1956 Photo Contest in context

More than 10 years after World World II had ended, the last German prisoners of war were released from Soviet captivity. Their often emotional return home was captured on film many times, as could be seen at World Press Photo’s second exhibition.

Other subjects that scored high in the contest were the tragic mining disaster in Marcinelle, Belgium, and the triumphs of Austrian skier Toni Sailer at the Winter Olympics in Cortina d’Ampezzo.

Photos of the Soviet invasion of Budapest in November 1956, following the Hungarian Revolution, were pointedly absent. The event nevertheless hovered over World Press Photo, as it had caused a deep crisis within the organization. Early in 1956, the organizers had put in great effort to obtain entries from the Soviet Union and other countries behind the Iron Curtain. In October 1956, after months of silence, a package from Moscow finally arrived in Amsterdam. Other communist countries that participated for the first time were Czechoslovakia, Poland, Romania, Yugoslavia and China. The political situation in Hungary, however, triggered a heated debate among members of the Dutch Association of Photojournalists about the question whether the exhibition should not be cancelled altogether out of solidarity with journalists in Hungary, who saw their freedom of press being curtailed.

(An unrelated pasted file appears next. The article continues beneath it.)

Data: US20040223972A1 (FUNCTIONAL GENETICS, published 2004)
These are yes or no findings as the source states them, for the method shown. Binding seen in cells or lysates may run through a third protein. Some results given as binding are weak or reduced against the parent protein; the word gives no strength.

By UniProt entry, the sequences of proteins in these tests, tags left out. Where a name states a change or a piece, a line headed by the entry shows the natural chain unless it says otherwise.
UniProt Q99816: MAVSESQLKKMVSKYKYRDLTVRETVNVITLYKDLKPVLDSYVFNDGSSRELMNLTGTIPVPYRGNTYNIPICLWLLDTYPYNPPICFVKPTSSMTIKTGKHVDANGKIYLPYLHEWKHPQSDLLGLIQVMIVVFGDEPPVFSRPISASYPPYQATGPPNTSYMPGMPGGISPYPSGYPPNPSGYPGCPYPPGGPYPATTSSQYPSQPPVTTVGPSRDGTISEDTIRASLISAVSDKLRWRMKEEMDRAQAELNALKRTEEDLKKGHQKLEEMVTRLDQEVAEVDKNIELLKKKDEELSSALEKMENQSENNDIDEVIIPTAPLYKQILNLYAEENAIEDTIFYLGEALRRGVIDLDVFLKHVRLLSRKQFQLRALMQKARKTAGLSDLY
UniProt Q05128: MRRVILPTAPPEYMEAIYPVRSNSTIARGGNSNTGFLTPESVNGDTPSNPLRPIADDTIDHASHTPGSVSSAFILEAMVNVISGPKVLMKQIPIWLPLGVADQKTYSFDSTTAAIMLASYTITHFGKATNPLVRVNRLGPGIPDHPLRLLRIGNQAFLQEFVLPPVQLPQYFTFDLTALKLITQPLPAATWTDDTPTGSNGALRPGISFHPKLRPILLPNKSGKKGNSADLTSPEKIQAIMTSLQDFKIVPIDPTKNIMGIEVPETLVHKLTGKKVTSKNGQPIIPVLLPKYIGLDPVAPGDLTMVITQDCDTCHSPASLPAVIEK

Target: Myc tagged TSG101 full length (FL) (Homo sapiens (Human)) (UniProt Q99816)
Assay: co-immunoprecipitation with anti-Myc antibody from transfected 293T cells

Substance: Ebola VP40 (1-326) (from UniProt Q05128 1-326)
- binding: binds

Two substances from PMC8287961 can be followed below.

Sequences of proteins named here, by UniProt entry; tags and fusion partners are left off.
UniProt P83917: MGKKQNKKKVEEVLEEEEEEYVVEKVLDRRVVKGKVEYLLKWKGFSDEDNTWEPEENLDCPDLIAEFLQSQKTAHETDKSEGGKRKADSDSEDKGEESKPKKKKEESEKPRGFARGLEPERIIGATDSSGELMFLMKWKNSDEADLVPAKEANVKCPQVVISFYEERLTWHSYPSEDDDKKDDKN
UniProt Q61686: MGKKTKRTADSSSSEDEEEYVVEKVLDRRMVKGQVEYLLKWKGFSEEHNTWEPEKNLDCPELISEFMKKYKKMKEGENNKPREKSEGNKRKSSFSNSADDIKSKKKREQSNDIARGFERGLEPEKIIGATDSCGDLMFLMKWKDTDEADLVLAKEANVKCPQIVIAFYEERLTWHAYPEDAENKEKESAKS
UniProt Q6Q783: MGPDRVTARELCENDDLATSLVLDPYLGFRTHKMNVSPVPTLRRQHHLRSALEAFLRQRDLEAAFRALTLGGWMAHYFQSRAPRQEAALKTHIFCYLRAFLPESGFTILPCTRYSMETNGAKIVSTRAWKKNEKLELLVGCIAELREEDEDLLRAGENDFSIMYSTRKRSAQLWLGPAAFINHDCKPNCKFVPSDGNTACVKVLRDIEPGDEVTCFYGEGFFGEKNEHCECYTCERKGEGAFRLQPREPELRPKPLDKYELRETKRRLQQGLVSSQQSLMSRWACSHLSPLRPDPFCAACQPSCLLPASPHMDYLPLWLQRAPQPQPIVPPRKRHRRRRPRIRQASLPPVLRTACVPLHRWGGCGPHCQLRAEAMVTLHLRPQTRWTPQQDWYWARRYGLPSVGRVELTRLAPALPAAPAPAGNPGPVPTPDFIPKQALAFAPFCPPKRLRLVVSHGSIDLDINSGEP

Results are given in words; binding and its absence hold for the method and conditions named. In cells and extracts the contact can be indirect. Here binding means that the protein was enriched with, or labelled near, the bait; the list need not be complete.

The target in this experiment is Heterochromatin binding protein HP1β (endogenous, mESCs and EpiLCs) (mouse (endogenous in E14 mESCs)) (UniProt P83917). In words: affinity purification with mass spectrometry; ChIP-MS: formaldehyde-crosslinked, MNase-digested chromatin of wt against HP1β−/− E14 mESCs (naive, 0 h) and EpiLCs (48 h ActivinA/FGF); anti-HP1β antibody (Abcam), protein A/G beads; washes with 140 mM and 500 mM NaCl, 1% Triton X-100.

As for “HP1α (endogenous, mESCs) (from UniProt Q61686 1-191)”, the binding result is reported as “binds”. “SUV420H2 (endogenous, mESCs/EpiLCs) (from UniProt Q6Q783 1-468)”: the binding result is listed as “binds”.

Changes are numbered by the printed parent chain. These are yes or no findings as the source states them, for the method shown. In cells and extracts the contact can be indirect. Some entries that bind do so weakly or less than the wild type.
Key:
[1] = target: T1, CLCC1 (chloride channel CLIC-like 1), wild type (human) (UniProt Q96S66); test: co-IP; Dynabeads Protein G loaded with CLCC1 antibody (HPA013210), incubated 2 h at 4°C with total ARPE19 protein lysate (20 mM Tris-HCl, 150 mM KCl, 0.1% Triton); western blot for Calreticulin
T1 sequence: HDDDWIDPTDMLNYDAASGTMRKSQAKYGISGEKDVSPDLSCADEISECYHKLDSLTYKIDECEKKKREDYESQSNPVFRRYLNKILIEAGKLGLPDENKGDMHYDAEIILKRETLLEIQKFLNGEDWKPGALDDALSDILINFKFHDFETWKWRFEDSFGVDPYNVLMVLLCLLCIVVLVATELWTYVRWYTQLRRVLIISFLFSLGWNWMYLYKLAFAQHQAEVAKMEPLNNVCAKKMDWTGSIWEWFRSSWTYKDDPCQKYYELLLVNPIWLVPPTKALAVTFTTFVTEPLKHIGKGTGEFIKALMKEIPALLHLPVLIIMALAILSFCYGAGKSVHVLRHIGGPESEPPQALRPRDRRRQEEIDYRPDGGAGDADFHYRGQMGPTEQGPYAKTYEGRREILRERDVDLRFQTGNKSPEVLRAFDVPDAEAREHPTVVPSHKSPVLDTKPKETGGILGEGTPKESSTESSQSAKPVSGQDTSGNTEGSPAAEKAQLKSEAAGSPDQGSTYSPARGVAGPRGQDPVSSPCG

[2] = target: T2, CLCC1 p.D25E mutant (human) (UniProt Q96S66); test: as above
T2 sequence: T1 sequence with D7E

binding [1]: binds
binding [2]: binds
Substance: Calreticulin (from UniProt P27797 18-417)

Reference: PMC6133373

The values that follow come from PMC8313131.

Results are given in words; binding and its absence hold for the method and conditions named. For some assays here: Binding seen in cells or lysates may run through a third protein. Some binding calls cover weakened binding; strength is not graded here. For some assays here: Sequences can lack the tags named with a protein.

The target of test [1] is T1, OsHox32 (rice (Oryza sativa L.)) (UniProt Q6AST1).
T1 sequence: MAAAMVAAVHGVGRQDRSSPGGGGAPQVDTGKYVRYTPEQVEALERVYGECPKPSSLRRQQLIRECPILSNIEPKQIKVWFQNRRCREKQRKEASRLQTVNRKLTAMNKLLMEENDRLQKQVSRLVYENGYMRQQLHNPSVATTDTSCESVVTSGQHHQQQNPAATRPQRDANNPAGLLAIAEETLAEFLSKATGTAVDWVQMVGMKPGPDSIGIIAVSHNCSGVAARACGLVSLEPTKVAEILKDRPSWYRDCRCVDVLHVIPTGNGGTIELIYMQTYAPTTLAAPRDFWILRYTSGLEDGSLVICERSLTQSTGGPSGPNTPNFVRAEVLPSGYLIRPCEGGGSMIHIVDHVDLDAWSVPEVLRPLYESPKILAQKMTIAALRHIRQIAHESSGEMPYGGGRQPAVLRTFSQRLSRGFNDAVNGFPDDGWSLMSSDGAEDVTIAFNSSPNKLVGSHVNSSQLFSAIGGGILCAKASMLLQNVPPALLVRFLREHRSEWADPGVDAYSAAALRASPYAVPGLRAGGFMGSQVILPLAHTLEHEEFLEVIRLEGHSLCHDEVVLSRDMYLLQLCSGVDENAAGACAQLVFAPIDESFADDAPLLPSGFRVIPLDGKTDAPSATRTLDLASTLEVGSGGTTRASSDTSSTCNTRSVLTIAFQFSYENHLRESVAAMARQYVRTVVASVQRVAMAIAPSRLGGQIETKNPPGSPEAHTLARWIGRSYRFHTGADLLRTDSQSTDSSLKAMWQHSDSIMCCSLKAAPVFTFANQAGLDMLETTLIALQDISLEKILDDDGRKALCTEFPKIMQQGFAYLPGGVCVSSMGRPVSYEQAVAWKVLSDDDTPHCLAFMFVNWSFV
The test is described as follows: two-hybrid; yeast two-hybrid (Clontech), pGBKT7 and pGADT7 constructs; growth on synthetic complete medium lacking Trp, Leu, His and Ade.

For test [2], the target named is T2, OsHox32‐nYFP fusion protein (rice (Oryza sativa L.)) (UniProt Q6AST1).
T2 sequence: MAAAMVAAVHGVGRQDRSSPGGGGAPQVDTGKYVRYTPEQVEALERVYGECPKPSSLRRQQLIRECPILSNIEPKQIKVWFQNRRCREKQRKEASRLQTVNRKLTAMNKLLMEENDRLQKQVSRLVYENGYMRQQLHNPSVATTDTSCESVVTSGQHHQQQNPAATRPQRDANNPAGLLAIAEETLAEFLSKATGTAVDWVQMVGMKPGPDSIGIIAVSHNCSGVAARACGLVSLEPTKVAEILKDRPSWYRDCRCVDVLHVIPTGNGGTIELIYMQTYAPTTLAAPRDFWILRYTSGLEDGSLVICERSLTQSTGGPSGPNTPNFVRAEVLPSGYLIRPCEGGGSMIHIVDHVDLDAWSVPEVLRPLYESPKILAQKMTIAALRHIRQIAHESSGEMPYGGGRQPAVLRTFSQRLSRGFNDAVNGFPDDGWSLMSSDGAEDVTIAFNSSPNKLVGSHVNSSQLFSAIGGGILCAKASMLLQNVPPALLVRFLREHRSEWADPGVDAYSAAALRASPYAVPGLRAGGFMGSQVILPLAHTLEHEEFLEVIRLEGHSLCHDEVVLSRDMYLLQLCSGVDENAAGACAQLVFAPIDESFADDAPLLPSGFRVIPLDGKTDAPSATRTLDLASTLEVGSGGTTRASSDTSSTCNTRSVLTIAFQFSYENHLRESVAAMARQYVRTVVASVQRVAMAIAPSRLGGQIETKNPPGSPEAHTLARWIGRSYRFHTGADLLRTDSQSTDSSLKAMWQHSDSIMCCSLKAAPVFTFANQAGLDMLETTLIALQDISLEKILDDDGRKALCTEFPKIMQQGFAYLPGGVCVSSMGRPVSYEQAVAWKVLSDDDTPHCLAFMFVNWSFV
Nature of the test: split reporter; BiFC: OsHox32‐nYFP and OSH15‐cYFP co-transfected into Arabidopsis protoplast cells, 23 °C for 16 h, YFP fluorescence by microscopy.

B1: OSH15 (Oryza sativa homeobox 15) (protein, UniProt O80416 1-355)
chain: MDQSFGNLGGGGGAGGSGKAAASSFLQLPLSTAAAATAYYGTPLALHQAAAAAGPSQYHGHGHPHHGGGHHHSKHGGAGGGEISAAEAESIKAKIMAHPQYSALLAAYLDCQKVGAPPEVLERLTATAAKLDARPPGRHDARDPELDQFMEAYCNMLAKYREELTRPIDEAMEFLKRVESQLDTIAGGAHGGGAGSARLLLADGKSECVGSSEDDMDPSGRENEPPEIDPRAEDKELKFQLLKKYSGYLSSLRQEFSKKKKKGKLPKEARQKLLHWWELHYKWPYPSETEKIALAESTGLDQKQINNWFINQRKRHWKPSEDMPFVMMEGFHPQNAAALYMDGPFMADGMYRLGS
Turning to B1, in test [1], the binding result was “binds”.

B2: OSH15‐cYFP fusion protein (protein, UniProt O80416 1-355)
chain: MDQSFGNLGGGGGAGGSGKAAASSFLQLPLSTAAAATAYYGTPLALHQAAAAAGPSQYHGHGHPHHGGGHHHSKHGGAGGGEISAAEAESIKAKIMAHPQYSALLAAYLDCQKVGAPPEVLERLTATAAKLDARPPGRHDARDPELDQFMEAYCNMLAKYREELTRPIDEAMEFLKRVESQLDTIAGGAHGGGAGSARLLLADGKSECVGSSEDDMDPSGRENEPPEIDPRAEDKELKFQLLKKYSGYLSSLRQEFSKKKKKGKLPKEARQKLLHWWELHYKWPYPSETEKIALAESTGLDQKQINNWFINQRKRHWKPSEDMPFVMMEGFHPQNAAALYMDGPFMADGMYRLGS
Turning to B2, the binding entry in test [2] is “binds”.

To calm the situation, the exhibition was eventually postponed from November 1956 to March 1957. When the exhibition opened in Amsterdam, many saw a connection between World Press Photo and Edward Steichen’s influential exhibition The Family of Man, which had been touring the world since 1955. “If you can disengage yourself from any political associations and prejudices”, Dutch newspaper Het Parool wrote about World Press Photo in March 1957, “you will have to acknowledge, that the nature of press photography does not differ very much worldwide. The great joy (of labor and family life, of sports and love) is equal everywhere. As is sorrow.”

Entry statistics
  • 181 photographers
  • 20 countries
  • 515 pictures
1956 Photo Contest jury
  • C. Arnoldy, the Netherlands, De Telegraaf
  • Nikola Bibic, Yugoslavia, Borba
  • Helmer Lund Hansen, Denmark, photojournalist Billedbladet
  • Bernard Kroutchtein, France, L’Équipe
  • Marie Luise Löffler, West Germany, Hamburger Abendblatt
  • Ad van Tassel, Belgium, De Post
Chair of the jury
  • Simon Clyne, United Kingdom, picture editor Daily Mirror

    Simon Clyne and Marie Luise Löffler during the judging process (© unknown)

    Ben van Meerendonk, board member of the Dutch Association of Photojournalists NVF, presents a package with the first Soviet entry to the 1956 World Press Photo Contest, October 1956 (© Ben van Meerendonk/ISSG)

    Helmuth Pirath and his winning images in Arti et Amicitiae, Amsterdam, March 1957 (© Ben van Meerendonk/ISSG)

    1956 Exhibition brochure

    Entry form of the 1956 Contest in De Fotojournalist, p. 10